1 Mar 2007 : Column 1166
spoke in my home village during the second world war. Of course we are well aware of the close friendship over many decades between Aneurin Bevan and Prime Minister Nehru.

I truly believe that our two countries have similar and common values. History and culture are important guides to us, but we must also recognise that we are living in new, changed and challenging times. We face globalisation in steel as in many other sectors where the pace of change is accelerating.

The steel unions want Corus—or should I say Tata—to spend a further £300 million on bringing facilities at Port Talbot, Llanwern and Scunthorpe to a level of production and quality to beat most of the competition from the EU. I share that aspiration, and I was greatly encouraged by the Minister for Trade, who made a positive contribution about the future of the steel industry when he gave evidence to the Welsh Affairs Committee recently.

The Government’s approach to this strategically important industry needs to be constantly reviewed and re-evaluated and I commend my hon. Friend the Member for Llanelli (Nia Griffith) on her leadership, as chair of the all-party steel group, in identifying climate change measures and public procurement as key issues that the Government must address.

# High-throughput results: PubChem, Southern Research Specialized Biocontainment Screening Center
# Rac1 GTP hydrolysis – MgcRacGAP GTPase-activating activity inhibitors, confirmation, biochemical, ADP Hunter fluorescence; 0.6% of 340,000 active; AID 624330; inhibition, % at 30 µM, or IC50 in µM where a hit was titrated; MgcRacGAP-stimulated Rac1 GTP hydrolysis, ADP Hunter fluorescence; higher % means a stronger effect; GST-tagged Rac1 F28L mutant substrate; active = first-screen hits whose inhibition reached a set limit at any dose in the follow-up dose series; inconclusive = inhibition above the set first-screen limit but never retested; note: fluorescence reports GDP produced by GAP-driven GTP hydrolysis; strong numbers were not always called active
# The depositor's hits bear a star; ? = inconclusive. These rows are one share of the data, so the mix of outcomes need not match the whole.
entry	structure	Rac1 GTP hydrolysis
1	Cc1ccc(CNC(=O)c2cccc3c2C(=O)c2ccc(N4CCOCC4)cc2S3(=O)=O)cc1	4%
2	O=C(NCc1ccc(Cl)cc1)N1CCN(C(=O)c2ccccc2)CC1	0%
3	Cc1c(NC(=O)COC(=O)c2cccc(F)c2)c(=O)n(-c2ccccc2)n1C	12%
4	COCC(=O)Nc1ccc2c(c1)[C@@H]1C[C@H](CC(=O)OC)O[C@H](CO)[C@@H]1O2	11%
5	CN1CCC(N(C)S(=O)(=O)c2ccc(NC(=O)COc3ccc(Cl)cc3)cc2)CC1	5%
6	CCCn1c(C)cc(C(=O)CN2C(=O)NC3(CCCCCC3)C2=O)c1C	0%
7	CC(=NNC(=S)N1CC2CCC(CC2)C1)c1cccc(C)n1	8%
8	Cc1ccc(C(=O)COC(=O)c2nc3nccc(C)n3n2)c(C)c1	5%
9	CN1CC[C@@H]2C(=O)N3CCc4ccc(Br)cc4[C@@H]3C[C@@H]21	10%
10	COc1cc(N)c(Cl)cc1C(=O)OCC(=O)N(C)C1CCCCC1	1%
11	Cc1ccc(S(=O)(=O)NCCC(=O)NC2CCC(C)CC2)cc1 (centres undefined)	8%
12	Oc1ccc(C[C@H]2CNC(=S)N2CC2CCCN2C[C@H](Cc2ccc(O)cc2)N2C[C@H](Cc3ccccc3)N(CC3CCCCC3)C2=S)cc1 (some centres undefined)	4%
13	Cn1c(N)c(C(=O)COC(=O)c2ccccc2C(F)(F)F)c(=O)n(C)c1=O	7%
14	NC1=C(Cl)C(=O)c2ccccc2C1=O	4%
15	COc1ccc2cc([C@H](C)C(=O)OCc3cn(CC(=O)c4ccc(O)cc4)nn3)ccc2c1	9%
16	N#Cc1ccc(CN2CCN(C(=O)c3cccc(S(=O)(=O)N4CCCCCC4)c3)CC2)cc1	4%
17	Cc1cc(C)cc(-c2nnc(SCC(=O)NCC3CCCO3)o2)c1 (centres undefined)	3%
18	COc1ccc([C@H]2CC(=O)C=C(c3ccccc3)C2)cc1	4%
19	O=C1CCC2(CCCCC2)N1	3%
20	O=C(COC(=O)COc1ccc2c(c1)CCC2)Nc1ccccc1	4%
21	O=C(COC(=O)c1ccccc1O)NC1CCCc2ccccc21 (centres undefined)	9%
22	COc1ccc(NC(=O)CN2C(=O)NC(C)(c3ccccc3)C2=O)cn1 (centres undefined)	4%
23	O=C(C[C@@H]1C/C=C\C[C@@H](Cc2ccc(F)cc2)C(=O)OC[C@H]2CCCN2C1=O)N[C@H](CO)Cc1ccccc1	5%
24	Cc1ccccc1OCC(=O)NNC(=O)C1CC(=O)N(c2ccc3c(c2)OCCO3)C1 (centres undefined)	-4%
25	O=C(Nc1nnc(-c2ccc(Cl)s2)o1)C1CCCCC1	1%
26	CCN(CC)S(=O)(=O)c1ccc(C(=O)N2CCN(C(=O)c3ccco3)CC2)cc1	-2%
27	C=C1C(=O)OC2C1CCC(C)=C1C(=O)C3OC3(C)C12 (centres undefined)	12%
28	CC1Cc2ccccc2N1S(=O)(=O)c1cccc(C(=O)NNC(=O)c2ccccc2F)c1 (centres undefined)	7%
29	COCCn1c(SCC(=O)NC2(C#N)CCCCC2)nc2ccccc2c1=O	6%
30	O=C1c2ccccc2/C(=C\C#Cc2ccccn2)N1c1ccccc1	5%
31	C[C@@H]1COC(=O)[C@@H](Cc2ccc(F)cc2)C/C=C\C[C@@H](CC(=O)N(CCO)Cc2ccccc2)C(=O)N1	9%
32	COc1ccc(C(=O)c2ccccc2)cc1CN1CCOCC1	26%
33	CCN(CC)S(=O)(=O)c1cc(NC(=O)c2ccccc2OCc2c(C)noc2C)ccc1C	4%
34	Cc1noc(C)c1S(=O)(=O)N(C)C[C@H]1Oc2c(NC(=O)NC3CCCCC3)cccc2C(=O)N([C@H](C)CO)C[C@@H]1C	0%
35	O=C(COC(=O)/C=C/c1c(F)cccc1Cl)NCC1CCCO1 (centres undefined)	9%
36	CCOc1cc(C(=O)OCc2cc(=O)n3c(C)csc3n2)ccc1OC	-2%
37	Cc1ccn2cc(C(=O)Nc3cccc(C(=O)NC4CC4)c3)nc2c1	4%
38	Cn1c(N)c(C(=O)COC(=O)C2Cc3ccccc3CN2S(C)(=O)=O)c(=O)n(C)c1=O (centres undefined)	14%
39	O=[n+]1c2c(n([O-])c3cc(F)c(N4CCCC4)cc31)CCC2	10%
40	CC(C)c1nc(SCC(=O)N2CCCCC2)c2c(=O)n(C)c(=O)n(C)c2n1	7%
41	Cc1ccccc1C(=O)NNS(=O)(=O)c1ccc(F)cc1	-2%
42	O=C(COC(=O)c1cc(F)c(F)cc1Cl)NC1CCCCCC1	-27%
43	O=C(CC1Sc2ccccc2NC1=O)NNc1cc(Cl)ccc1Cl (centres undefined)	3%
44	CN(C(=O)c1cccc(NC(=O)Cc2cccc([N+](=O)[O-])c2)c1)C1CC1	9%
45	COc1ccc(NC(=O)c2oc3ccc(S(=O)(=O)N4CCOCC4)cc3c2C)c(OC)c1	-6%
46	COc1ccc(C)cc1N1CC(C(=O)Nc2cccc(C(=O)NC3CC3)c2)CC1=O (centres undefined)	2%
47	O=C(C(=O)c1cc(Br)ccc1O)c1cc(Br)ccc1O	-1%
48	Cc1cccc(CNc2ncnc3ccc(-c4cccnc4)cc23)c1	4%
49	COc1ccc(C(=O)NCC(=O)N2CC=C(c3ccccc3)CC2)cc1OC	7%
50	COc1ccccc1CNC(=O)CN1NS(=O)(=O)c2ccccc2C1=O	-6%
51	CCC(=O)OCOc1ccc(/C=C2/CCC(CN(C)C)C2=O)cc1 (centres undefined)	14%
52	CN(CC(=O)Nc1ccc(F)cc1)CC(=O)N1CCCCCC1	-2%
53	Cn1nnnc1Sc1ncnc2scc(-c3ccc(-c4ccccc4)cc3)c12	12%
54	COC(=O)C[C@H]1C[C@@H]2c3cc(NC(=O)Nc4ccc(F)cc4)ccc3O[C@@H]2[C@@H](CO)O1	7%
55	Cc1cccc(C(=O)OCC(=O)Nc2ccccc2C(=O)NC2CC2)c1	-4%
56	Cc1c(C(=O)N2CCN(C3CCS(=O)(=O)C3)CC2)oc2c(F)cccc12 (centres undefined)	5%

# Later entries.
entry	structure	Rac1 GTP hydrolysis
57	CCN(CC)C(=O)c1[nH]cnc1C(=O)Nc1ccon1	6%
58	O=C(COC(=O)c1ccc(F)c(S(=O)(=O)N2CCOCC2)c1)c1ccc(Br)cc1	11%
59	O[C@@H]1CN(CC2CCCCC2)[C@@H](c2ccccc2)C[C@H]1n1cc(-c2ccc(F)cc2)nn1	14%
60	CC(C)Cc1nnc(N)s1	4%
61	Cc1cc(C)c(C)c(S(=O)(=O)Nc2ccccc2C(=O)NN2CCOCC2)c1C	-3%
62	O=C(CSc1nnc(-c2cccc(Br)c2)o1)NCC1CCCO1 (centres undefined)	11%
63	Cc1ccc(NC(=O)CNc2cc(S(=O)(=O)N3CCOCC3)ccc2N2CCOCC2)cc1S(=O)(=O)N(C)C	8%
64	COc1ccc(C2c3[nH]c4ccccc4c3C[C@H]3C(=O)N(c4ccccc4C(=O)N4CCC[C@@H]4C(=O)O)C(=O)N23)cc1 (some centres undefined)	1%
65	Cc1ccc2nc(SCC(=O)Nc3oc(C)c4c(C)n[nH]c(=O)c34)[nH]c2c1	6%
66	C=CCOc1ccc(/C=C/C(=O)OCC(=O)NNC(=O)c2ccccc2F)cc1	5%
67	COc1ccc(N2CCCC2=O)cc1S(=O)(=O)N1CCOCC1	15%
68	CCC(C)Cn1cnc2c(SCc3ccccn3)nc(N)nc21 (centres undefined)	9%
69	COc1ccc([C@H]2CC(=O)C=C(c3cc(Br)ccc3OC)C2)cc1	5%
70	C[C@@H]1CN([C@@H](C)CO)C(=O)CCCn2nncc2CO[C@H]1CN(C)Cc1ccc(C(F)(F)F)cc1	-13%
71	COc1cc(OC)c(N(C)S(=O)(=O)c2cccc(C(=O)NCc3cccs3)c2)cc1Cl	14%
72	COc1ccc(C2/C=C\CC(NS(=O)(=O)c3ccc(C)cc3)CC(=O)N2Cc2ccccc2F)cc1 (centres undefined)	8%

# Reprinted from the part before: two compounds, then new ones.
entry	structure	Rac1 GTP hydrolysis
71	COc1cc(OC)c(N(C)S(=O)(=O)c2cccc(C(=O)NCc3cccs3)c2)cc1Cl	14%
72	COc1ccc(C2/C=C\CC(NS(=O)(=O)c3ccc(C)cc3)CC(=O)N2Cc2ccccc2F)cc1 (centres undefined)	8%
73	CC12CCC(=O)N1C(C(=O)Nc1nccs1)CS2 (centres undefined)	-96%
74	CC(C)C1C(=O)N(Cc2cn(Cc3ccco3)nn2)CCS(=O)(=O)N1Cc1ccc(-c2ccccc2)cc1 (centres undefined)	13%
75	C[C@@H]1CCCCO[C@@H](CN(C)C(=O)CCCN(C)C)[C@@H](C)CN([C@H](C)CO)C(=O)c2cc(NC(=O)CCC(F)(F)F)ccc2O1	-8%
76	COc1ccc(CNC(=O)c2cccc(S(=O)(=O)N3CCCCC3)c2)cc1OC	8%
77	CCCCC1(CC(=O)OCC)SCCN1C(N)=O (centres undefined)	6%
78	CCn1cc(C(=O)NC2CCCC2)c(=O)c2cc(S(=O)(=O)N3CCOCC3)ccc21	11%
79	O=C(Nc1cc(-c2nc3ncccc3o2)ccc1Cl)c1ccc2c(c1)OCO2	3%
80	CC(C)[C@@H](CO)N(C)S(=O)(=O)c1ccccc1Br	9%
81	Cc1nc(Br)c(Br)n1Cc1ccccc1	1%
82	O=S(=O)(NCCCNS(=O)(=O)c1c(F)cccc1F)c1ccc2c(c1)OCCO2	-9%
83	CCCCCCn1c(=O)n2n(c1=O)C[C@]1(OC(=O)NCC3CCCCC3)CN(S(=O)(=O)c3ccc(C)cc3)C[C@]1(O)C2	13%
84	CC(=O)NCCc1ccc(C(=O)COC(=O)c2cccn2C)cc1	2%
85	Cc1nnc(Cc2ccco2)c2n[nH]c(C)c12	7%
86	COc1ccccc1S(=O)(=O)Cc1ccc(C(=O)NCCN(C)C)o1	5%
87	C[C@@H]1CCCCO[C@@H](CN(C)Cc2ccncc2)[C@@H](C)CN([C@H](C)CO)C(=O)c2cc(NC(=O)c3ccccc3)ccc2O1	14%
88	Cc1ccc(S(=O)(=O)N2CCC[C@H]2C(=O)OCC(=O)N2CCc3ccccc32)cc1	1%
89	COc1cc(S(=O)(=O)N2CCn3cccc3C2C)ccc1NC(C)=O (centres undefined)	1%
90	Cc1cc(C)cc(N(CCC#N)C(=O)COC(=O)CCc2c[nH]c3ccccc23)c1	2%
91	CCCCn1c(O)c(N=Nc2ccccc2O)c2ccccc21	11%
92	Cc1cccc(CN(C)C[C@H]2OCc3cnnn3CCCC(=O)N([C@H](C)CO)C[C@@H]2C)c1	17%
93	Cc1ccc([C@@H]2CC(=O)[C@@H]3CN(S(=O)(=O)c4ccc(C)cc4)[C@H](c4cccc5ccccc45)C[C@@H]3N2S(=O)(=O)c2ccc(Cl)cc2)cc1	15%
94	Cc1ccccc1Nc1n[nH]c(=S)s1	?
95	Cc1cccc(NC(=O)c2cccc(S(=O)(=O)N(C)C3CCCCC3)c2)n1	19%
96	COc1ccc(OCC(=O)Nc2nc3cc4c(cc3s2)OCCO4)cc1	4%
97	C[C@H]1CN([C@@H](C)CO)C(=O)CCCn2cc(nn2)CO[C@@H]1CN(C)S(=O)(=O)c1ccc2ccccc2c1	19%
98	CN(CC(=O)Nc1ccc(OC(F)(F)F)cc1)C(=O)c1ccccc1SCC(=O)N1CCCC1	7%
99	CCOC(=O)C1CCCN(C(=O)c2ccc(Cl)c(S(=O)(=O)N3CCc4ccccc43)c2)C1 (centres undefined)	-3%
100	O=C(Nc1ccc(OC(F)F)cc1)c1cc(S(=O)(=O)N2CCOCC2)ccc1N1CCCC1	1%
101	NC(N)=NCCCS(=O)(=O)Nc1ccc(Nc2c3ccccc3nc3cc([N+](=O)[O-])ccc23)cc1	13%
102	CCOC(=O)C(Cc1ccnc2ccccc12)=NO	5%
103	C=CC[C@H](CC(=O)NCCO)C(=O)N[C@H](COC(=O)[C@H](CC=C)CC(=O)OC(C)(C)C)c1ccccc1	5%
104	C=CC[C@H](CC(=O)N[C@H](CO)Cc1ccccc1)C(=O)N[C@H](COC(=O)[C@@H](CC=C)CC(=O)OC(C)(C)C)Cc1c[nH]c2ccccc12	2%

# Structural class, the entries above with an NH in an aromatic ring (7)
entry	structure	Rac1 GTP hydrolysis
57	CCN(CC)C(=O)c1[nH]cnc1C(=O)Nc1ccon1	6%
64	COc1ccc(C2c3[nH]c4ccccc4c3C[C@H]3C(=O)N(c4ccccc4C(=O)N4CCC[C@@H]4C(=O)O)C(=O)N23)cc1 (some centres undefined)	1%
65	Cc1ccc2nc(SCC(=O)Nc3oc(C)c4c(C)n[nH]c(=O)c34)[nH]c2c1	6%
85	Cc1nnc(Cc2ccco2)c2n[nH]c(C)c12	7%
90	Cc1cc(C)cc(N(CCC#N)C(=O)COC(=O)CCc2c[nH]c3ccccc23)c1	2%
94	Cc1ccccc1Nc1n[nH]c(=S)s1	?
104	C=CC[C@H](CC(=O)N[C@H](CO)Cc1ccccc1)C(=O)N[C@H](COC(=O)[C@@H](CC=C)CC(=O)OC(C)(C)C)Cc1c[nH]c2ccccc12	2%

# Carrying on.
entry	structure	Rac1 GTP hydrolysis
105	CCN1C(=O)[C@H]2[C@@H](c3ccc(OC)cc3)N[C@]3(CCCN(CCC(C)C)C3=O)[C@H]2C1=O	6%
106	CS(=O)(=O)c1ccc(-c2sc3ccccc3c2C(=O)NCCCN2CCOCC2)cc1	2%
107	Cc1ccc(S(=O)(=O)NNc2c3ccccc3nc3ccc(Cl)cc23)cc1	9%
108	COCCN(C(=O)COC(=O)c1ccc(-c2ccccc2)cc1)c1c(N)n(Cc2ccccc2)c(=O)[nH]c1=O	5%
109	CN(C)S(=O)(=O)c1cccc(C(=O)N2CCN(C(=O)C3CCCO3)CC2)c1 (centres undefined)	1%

I shall end on an historical note. My right hon. Friend the Secretary of State is to be congratulated on the way in which he has emphasised the importance of the bicentenary of the abolition of slavery. He may not know that one of the finest histories of slave rebellions, “The Black Jacobins” by C.L.R. James, a great writer of West Indian origin, was reputedly completed in 1938 in my right hon. Friend’s constituency, in the Dulais valley. C. L. R. James was, of course, a close friend of that great humanitarian and honorary Welshman, Paul Robeson—who was another friend of Nehru. All three of them would have been fascinated by the new relationship that is now developing between Wales and India.